Assistant U.S. Attorney Emily Glatfelter delivers her opening statement in corruption trial of P.G. Sittenfeld.

Tuesday’s testimony peeled back the curtain on City Hall in a way that political experts had predicted since the trial began last week. Witnesses revealed the intense co-mingling of elected leaders with monied real estate developers, particularly at political fundraisers.

Sittenfeld faces six charges related to public corruption, including bribery and attempted extortion. He is accused of taking $40,000 in campaign donations from undercover FBI agents in exchange for “official acts,” he took to help their development deal at Convention Place Mall downtown.

Kincaid — who managed campaigns for former Mayor John Cranley, served as Cranley’s chief of staff and then became a lobbyist — gave a unique perspective on the inner workings of City Hall.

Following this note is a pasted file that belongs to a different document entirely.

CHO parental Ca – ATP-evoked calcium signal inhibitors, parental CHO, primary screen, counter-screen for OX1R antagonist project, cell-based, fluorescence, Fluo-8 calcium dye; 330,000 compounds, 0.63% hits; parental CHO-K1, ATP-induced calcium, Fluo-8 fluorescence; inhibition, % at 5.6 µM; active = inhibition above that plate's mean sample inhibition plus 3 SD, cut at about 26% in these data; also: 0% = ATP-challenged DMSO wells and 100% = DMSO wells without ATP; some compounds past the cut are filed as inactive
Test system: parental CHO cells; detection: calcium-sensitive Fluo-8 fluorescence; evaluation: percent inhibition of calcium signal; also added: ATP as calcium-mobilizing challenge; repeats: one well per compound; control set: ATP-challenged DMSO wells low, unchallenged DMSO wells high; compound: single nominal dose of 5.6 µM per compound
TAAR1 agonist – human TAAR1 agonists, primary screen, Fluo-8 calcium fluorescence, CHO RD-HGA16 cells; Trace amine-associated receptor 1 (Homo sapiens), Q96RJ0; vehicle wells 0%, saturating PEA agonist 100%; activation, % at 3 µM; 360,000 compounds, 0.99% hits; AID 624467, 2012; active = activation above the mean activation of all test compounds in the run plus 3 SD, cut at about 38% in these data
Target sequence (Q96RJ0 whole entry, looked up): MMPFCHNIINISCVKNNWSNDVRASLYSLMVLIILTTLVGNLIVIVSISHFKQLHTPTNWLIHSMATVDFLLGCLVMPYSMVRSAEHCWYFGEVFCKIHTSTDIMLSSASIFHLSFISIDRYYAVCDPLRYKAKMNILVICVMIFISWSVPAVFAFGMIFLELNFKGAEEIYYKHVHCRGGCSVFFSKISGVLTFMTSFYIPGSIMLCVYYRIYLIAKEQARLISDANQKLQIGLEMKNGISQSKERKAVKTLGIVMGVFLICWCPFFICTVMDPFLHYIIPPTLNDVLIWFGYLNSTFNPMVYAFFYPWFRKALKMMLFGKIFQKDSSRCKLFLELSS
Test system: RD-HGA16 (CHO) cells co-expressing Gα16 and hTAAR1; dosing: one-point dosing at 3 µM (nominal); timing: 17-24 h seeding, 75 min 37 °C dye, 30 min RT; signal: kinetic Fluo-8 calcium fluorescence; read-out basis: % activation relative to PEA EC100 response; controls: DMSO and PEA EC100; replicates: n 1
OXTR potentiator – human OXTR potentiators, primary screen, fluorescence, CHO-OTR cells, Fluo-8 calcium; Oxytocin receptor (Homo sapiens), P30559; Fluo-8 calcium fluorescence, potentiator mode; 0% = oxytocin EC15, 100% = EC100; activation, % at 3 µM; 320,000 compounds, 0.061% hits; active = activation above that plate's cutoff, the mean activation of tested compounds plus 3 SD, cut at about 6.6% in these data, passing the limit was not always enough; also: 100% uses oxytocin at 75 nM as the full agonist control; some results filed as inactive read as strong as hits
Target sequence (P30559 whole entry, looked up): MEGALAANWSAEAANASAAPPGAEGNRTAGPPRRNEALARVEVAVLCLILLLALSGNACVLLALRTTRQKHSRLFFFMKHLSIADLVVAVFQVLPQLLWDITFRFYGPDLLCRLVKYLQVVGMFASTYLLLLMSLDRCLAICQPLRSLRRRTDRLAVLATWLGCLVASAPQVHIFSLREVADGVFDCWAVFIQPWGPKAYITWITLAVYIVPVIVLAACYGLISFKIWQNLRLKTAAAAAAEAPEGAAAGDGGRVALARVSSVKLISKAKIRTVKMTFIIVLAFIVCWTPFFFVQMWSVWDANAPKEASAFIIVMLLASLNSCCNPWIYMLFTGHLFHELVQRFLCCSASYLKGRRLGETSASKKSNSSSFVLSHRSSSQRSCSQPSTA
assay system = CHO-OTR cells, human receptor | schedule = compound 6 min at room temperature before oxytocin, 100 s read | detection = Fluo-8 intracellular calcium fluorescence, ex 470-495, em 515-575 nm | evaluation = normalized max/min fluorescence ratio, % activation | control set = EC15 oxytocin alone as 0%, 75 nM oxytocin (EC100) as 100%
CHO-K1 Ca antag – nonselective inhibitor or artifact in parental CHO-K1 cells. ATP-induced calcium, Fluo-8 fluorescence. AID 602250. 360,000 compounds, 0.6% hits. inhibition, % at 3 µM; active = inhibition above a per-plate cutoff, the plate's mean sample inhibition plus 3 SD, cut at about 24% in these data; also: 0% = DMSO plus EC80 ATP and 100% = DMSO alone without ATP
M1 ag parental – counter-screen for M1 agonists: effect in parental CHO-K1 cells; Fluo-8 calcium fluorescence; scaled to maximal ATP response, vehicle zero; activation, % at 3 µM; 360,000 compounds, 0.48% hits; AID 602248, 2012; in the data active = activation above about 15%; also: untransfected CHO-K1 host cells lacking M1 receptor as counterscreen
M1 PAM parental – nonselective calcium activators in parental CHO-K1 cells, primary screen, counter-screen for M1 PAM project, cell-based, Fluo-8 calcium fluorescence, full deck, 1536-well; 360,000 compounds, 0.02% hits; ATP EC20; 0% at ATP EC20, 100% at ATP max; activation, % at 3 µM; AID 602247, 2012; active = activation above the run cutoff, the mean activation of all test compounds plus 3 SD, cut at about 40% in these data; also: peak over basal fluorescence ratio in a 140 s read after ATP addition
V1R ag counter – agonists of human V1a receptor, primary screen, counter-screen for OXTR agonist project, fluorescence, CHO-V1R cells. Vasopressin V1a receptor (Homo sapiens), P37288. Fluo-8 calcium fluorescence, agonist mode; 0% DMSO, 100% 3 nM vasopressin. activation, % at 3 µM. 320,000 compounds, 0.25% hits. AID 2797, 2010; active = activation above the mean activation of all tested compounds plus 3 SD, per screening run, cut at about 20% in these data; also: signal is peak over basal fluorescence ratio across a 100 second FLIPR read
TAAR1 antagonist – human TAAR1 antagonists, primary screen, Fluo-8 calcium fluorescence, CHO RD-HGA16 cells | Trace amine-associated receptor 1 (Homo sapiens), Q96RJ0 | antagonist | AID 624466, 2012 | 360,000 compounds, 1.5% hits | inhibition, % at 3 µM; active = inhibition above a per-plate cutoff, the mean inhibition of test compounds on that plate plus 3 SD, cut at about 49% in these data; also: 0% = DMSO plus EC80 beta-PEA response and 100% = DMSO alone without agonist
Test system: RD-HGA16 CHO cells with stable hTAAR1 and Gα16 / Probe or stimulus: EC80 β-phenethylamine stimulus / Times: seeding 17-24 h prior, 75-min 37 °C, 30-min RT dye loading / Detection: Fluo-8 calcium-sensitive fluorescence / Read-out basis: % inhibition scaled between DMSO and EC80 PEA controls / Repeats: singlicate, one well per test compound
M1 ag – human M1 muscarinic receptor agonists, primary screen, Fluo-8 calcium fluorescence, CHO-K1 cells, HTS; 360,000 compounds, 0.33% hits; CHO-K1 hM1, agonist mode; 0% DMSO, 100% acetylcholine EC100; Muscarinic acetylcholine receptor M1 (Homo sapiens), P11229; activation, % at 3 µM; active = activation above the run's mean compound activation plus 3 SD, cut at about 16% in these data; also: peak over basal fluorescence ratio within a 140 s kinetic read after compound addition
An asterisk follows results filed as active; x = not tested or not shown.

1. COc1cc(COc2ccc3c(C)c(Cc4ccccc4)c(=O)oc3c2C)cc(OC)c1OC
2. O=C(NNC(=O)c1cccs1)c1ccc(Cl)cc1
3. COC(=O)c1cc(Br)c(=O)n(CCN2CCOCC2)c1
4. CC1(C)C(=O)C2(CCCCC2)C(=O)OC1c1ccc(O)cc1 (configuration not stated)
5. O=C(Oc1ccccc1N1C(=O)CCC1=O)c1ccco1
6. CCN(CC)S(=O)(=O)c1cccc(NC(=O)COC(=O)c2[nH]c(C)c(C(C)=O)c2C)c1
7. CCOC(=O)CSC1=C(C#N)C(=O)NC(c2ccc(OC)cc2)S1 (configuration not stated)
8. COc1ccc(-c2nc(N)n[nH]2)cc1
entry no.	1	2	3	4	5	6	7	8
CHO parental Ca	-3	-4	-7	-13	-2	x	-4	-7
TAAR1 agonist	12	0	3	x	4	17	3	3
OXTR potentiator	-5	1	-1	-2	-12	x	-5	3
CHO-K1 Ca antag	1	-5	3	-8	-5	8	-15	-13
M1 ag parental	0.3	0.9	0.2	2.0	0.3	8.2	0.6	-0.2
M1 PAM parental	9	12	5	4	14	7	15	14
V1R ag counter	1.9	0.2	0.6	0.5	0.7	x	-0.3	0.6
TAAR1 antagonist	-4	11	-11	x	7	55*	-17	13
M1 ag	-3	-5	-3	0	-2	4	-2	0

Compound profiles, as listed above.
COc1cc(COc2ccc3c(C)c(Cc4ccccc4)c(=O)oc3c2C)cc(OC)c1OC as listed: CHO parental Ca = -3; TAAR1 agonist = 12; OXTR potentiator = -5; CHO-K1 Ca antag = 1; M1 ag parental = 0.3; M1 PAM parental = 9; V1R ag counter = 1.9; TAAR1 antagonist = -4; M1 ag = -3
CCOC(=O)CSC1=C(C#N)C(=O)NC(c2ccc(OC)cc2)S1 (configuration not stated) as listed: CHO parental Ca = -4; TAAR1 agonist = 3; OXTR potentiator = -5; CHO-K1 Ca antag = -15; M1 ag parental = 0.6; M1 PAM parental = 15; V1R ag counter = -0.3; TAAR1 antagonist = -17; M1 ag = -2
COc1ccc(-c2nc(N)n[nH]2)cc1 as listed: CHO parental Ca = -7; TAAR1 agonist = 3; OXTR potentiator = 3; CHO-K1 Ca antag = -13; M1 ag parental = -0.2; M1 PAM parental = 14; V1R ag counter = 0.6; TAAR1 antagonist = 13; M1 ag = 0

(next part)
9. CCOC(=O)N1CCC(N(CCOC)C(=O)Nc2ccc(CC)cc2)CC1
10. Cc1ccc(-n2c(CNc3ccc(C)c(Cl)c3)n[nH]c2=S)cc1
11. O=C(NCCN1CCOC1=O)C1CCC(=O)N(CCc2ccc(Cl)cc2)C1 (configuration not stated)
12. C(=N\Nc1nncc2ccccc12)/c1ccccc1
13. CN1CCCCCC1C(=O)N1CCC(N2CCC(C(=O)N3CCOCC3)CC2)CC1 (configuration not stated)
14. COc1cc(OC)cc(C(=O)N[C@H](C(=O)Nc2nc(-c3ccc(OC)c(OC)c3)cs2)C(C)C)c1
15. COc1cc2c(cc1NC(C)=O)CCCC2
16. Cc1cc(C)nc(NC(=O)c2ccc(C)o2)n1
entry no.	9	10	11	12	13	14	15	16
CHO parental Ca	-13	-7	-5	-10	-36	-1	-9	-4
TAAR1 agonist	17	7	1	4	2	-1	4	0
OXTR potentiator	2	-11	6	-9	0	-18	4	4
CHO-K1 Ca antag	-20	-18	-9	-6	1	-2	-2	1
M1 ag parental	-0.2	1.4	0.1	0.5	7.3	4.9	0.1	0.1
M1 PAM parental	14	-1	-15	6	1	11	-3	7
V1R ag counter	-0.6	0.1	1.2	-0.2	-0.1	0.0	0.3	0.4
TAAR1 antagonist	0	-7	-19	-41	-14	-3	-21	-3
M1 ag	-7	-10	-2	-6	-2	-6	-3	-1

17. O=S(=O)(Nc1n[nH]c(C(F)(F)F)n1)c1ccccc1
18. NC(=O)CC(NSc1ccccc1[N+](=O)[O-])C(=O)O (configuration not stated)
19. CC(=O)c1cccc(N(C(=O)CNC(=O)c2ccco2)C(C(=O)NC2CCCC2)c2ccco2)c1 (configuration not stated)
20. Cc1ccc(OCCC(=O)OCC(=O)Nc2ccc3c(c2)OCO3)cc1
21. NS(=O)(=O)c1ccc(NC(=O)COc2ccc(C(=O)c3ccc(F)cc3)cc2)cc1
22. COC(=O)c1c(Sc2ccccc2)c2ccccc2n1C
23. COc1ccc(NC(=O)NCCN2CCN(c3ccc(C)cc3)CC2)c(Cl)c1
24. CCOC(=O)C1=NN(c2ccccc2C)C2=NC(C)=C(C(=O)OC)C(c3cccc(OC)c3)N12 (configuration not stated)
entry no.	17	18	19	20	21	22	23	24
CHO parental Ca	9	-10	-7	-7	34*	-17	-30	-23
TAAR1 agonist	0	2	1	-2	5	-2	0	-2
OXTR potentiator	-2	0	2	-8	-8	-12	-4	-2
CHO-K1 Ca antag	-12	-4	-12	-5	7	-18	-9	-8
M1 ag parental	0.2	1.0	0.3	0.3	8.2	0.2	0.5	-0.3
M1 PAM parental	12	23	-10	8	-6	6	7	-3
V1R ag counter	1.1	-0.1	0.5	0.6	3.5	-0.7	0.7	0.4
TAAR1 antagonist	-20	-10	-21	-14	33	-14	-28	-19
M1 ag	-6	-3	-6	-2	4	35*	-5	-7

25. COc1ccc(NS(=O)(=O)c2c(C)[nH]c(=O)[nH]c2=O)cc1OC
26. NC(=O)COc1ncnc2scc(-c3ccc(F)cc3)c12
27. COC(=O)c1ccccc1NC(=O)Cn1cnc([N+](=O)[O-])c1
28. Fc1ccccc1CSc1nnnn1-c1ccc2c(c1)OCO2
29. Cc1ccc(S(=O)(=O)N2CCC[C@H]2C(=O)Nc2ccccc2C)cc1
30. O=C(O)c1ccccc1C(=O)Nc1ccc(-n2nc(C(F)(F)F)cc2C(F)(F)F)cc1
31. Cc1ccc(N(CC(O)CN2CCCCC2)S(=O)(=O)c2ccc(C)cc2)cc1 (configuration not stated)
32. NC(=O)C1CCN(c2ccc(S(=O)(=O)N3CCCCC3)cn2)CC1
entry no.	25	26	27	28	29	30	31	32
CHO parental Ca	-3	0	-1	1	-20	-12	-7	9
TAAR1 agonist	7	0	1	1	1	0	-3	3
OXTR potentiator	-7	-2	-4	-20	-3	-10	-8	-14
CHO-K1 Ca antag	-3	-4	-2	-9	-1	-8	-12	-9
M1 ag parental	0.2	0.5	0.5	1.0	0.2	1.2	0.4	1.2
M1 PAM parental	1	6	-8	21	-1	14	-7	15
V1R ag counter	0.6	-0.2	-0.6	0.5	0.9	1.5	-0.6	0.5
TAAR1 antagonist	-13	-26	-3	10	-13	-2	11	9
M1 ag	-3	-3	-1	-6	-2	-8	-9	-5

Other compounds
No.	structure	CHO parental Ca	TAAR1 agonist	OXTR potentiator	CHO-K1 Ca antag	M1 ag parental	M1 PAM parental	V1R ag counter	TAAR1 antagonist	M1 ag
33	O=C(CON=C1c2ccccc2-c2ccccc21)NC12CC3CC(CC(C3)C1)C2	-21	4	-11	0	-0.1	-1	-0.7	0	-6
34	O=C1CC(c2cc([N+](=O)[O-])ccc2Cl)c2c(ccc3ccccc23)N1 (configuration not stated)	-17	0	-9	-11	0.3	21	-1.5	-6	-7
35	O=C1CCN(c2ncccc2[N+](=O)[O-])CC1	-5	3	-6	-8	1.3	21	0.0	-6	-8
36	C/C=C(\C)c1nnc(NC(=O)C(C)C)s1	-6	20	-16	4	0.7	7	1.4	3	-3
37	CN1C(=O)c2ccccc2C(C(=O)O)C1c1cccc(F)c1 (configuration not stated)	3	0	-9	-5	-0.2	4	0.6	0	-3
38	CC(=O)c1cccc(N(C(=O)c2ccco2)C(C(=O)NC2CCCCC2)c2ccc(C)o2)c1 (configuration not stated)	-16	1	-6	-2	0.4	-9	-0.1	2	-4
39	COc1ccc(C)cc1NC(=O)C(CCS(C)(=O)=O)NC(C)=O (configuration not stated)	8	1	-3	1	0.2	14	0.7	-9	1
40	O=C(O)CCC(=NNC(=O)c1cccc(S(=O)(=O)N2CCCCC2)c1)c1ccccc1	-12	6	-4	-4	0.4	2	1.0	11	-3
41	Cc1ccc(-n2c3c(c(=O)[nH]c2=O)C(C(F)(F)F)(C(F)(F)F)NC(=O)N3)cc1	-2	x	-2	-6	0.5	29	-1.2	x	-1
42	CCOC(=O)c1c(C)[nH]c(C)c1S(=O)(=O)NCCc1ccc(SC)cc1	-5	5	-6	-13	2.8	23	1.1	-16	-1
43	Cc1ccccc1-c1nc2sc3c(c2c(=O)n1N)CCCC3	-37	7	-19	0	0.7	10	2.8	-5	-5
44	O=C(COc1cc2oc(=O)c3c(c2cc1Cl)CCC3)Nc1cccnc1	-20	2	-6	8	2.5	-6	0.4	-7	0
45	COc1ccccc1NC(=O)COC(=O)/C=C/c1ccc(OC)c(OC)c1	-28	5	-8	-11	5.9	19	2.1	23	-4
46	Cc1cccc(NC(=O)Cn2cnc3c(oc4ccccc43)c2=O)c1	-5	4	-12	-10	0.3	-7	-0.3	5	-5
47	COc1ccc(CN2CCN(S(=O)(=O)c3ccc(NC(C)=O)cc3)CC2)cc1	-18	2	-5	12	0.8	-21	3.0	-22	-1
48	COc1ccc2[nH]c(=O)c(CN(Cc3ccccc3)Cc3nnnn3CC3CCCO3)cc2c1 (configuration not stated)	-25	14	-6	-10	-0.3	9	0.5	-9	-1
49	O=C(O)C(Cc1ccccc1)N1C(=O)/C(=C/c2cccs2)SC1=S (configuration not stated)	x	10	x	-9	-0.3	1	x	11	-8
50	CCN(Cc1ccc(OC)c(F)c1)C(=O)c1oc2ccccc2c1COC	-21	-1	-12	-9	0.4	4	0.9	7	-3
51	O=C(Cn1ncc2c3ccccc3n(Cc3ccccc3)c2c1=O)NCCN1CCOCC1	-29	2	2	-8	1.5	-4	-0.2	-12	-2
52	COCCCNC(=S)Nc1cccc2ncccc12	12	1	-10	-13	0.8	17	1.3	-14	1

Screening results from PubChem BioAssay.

At a lunch with Sittenfeld in late November 2017 after Cranley had won re-election as mayor, he testified that Sittenfeld was gearing up for his own mayoral run in 2021. He testified that Sittenfeld wanted lobbyist Chip Gerhardt, CEO of Government Strategies Group, to donate only to him.

“If he hedges on my campaign, I’ll hedge on his clients,” when he became mayor, Kincaid testified that Sittenfeld told him.

Former Cincinnati Bengal turned real estate developer Chinedum Ndukwe testifies against P.G. Sittenfeld on June 28, 2022.
Former Cincinnati Bengal turned real estate developer Chinedum Ndukwe testifies against P.G. Sittenfeld on June 28, 2022.

Kincaid also testified about Chinedum Ndukwe, the former Cincinnati Bengal turned real estate developer, who was the government’s cooperating witness against Sittenfeld.